An Interview with Ted Hoagland

On January 2, Ted Hoagland sat down with me in his house in Martha’s Vineyard. Our conversation ranged from his work with animals in the circus as a young man to his travels to places including Alaska and the Sudan—and his writing process. For six decades Ted Hoagland has keenly observed the intersection between the natural world and the constructed one. A member of the American Academy and Institute of Arts and Letters, Hoagland has received numerous awards including a National Magazine award and two Guggenheim Fellowships. His contemplative essays often dwell on the disappearance of nature and animals in daily life—what has been called “the end of nature.”

Juliana Hanle: As an author of more than twenty novels, essay anthologies, and works of non-fiction, what advice would you give to aspiring writers?

Ted Hoagland: I’d emphasize finding what you love and seeking it out, because you’ll find that there’s not a whole lot of competition for what you love.

For example, when I wrote [Cat Man], the novel about the circus, there weren’t a whole lot of people looking to write books about the circus. And when I wrote [The Circle Home], my boxing book, there weren’t other boxing books that took my view of it.

And when I wrote [Notes from the Century Before], that travel book in British Columbia, there was no one else doing that. The year was 1966, before all the development, all the logging, had screwed up what was virgin when I was there. There wasn’t anyone else travelling around. There was no competition.

The book I wrote about Alaska is very different from [essayist John] McPhee’s primarily because mine is a love story. I fell in love with a nurse there who was in charge of all the tuberculosis in the state—in charge of patient care. We landed on rivers in floatplanes and on snow in ski planes. There was a lot of hostility toward white people in a lot of these villages, so if I had landed there alone I would have been beaten up. It’s a joyful book; it’s very personal.

When you find out what you’re interested in (and I’m not talking about scientists here), for an artist, when you find what you love, there’s no competition. It’s just yourself.

JH: In the essay collection Sex and the River Styx you write, “dissent is essential.” How would you suggest incorporating political dissent into journalism?

TH: I wouldn’t want to be a newspaper reporter. One of their founding principles is that they have to interview everyone in a non-partisan way without insulting them. If I’m interviewing someone whose views I find repulsive I don’t want to have to keep a neutral face and ask a neutral question and then write down an answer that I find offensive.

JH: So, if you use the tools of a magazine essayist to write a story about a particular issue, could you do the same thing as an activist?

TH: I write angrily and powerfully as best I can on the end of nature all the time. I mean, it’s not going to accomplish anything—I understand that. If it’s in The Nation it will be read by 60,000 people or something. It won’t win any votes in Congress. It’s not going to reverse sea rise or save the rhinoceros or elephant from the ivory trade. But at least I’m speaking out.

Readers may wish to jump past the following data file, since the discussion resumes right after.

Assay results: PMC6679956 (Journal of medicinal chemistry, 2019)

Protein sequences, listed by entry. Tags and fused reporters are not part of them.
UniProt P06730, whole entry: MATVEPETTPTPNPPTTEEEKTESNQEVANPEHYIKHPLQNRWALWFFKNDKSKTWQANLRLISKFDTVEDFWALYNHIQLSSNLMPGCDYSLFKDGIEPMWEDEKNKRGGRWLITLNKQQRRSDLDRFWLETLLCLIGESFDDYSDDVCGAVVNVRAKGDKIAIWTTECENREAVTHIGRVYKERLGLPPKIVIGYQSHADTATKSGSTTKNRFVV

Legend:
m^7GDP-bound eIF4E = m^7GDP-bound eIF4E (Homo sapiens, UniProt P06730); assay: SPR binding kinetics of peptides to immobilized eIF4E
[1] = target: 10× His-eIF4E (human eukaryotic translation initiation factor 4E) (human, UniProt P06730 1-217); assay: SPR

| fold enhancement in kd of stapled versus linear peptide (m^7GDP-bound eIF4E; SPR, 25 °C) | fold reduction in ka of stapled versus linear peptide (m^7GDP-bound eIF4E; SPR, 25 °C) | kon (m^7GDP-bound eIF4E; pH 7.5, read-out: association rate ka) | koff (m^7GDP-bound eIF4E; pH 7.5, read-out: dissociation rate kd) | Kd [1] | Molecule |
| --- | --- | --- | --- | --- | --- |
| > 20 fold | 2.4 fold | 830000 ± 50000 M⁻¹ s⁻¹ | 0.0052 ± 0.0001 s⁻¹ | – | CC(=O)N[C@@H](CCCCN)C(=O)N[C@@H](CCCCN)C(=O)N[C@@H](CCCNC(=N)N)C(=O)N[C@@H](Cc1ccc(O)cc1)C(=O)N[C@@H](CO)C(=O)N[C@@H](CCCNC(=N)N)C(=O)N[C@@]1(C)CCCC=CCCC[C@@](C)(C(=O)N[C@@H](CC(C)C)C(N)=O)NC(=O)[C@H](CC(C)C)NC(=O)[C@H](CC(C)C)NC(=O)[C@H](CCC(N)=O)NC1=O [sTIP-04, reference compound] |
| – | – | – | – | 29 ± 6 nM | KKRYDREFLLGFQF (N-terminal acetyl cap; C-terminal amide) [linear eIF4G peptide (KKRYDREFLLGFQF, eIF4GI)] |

JH: Is writing about the end of nature inherently hopeless?

TH: It’s complex. For the red wolves that I’ve written about, for example, it’s very sad. It’s an elegy and the ending does fit my title of “Lament the Red Wolf.” But on the other hand, the title of my short story “The Final Fate of the Alligators” turned out not to be accurate. You know at that time in the seventies it seemed they would be extinct because it was legal to hunt them for their hides. But organizations like the Audobon Society, World Wildlife Fund, Sierra, and the Wilderness Society managed to pass federal and state laws to stop the hunting.

JH: Around 1969 you realized you were an essayist not a novelist—what was that process like?

TH: I was still trying to write a great American novel, a twentieth century great American novel. A friend of mine pointed out to me a very simple thing: we already had a great American novel written about the sea, namely Moby Dick, which I’ve taught many times, but we don’t have any great American novel written about the frontier.

So I looked on a globe of the world and I found a town called Telegraph Creek in northwestern British Columbia. I found this little town, it had two hundred people but it showed on the map because it was the only town for hundreds of miles around. It was only reachable by riverboat, 165 miles up river. I didn’t make any preparations, because that’s part of the story, you parachute in, so I got off the boat and told people, “I need a place to stay.”

I worked eighteen hours a day. These interviews were so rich and wonderful and fascinating that I realized, “This is so good that I should just focus on this journal. If I go back to New York and try to convert this into a novel I’ll just screw it up.” I was smart enough to realize that this book should not be sacrificed to some future dream.

As soon as I finished [Notes From a Century Before], instead of picking up my pen to write a great American novel, I started writing essays about New York. I wrote about my neighborhood in Greenwich Village. I wrote about tugboats. I got the publicity guy to let me spend two weeks on a tugboat, night and day.

In fiction you invent the world; in essays you describe the world.

Illustration by Andrew Nelson

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